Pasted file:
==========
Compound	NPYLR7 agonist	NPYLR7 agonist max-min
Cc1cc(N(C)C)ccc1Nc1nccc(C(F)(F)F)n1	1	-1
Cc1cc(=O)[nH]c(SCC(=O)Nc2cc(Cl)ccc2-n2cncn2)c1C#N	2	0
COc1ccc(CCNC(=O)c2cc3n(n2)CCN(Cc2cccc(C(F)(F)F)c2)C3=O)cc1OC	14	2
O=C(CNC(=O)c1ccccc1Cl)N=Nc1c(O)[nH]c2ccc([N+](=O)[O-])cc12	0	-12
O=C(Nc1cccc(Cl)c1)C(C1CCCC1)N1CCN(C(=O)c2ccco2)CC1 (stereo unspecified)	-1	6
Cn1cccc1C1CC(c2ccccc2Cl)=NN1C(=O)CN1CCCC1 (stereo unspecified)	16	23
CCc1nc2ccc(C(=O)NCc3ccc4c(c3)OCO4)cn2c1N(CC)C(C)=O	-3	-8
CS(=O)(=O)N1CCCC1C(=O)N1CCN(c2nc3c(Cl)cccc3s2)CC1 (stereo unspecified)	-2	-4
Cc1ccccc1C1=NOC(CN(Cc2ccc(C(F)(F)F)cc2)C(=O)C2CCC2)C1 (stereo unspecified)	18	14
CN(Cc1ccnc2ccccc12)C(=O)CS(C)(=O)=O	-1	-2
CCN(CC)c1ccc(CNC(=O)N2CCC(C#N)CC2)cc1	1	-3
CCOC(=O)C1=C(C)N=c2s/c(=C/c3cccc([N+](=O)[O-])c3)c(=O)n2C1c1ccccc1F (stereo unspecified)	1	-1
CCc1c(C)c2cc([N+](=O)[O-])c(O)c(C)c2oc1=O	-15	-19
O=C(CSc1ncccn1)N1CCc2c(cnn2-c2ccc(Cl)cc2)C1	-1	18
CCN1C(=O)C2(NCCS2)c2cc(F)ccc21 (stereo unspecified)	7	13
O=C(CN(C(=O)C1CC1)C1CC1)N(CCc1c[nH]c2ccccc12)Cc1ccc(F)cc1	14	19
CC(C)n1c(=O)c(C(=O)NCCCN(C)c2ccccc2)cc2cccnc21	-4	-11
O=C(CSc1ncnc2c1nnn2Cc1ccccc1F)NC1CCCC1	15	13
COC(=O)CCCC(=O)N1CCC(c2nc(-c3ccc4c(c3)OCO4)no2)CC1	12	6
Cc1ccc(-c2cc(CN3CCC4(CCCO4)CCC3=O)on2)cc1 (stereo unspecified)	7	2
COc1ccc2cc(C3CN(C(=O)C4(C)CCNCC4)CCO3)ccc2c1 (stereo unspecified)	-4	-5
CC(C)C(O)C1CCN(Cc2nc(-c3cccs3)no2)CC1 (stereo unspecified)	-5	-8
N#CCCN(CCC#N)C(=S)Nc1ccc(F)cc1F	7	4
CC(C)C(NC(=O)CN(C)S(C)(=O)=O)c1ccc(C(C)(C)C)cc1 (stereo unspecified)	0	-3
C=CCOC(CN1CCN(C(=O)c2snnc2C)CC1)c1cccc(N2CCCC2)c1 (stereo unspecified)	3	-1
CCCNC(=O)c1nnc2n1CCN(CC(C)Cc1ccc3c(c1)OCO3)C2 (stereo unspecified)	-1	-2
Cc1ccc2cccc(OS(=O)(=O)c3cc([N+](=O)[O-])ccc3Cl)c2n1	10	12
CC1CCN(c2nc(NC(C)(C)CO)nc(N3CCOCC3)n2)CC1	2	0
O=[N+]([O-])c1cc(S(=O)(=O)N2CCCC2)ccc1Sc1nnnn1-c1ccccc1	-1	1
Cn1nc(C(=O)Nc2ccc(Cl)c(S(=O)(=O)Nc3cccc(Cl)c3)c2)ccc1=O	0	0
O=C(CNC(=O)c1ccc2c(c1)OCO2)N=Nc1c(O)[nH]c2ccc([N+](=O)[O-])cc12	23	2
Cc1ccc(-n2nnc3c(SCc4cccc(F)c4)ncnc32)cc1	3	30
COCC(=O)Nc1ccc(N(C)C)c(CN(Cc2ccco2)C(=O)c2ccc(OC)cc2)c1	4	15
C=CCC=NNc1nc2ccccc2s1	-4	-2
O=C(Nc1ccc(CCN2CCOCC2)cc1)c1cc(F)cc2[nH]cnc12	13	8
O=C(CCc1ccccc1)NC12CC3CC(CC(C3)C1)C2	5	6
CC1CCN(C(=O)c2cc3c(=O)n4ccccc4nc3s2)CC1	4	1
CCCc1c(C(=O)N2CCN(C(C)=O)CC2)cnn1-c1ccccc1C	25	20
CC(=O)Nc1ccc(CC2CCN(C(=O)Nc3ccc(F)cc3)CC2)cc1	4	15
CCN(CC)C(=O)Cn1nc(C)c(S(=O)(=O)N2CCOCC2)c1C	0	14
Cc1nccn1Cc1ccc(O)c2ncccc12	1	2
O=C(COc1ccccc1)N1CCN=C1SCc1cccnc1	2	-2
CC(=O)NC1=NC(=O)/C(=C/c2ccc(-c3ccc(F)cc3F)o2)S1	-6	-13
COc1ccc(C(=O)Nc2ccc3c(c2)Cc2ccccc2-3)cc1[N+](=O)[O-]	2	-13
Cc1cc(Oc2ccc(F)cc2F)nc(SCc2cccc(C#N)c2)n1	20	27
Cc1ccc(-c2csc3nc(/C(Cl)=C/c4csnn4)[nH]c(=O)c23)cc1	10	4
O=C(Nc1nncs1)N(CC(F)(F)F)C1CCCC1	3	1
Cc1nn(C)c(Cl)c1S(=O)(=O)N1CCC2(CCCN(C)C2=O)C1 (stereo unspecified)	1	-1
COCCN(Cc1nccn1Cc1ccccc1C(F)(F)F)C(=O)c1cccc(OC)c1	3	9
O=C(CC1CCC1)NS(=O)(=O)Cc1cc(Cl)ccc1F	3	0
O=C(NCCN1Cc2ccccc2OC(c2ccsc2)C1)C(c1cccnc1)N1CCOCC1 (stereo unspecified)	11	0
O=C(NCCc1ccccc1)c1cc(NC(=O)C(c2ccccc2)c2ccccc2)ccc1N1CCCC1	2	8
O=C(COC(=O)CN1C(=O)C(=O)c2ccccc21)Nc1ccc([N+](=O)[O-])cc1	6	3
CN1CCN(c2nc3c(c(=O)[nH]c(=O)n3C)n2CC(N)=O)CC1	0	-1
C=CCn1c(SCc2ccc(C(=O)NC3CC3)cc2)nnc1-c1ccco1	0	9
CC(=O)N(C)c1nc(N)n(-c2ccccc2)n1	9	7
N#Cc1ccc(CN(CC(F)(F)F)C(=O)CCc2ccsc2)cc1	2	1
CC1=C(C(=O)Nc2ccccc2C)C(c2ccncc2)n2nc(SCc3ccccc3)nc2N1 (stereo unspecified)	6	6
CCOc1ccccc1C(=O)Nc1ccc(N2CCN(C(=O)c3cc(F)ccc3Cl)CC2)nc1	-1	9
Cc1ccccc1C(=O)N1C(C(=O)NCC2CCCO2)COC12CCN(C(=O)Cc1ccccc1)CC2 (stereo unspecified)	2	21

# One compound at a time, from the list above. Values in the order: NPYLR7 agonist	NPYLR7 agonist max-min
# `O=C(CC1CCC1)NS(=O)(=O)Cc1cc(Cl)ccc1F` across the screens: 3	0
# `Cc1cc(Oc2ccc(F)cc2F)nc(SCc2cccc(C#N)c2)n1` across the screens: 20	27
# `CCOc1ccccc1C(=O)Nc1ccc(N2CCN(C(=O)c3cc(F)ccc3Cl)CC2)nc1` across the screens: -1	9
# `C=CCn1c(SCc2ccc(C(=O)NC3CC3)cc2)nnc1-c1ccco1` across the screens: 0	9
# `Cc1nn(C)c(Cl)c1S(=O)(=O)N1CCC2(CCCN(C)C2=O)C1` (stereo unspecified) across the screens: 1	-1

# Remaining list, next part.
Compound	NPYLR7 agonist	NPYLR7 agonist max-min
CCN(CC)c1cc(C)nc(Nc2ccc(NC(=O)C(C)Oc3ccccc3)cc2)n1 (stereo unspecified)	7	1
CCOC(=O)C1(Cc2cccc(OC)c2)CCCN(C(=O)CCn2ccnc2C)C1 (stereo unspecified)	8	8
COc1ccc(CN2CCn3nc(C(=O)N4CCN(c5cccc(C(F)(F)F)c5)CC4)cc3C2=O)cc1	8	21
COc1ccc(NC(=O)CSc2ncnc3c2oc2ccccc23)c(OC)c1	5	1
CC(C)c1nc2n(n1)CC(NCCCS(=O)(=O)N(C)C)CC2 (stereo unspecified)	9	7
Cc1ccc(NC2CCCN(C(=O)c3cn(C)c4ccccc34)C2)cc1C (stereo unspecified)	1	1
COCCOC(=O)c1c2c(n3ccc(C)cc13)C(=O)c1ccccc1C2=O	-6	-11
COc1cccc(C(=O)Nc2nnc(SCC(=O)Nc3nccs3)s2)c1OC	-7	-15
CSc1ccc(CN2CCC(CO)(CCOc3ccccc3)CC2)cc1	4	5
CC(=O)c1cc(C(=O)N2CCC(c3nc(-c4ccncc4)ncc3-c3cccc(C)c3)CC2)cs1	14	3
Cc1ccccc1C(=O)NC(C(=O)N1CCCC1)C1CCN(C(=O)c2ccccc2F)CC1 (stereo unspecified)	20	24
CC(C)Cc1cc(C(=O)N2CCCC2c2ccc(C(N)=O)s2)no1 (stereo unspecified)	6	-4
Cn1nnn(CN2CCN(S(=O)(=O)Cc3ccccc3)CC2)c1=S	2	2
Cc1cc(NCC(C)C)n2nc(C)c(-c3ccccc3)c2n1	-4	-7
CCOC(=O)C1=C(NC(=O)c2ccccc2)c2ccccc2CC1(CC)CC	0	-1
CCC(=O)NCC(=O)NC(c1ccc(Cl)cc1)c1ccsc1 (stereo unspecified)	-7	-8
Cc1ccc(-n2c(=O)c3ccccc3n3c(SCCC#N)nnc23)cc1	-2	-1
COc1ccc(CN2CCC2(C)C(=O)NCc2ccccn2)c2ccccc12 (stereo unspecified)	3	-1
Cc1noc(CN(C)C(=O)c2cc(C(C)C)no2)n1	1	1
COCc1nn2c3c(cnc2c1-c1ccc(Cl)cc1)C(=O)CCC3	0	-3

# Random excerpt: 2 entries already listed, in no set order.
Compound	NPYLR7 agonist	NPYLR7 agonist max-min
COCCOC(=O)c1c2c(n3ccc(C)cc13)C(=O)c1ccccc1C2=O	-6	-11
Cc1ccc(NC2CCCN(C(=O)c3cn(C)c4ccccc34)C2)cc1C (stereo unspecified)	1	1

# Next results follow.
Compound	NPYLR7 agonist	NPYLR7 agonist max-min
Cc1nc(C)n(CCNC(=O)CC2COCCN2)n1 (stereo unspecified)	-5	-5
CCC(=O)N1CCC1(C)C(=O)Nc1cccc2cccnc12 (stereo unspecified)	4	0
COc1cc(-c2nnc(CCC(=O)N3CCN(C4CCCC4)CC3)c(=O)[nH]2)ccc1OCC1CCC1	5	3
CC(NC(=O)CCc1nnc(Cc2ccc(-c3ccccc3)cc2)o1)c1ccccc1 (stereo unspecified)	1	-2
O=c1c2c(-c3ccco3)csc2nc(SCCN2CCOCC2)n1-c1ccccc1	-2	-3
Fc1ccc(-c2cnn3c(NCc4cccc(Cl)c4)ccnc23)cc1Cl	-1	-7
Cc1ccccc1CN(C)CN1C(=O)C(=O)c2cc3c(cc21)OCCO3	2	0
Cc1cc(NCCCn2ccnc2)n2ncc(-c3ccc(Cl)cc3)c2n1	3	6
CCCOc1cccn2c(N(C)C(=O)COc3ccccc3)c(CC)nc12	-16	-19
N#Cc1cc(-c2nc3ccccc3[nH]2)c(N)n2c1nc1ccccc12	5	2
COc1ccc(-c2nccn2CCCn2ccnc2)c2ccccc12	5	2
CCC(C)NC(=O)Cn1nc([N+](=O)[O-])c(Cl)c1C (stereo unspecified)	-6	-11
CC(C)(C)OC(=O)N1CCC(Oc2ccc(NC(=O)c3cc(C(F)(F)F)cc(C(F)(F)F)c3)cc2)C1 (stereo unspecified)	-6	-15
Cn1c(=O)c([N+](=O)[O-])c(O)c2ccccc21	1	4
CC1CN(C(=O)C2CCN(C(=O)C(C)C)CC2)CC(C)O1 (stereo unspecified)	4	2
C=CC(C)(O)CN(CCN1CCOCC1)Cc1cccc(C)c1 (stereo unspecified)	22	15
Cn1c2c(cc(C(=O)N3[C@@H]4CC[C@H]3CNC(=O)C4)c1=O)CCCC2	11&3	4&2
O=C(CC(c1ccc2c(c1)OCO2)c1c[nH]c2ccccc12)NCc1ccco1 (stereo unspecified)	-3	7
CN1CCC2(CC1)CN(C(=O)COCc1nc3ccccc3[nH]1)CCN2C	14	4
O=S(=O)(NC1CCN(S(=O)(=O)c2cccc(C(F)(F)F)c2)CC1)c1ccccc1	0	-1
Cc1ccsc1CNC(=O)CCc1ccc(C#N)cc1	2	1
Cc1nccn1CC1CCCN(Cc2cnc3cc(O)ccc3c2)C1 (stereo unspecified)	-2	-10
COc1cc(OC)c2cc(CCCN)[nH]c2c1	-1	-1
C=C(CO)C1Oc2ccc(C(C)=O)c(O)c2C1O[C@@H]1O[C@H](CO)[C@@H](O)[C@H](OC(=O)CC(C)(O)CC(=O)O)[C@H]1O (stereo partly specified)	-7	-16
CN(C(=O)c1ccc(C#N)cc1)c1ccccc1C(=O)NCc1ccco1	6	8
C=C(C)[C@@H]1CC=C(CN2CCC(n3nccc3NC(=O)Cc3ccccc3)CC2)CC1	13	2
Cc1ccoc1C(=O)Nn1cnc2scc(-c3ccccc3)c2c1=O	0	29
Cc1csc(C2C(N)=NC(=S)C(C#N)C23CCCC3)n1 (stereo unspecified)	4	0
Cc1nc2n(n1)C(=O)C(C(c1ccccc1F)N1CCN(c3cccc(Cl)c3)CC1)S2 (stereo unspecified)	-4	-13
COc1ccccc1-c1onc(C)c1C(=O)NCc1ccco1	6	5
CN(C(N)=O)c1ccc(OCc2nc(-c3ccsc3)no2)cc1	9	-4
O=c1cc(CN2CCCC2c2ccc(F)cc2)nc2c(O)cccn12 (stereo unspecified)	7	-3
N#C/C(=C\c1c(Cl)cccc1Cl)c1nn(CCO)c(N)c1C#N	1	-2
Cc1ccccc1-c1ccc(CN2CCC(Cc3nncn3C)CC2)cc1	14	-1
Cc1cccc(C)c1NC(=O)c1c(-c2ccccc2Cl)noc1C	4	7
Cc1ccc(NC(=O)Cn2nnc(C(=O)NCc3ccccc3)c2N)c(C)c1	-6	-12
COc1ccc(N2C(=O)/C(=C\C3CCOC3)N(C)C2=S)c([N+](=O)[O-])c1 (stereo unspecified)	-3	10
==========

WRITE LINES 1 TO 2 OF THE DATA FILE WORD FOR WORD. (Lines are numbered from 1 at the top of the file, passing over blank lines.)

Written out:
Compound	NPYLR7 agonist	NPYLR7 agonist max-min
Cc1cc(N(C)C)ccc1Nc1nccc(C(F)(F)F)n1	1	-1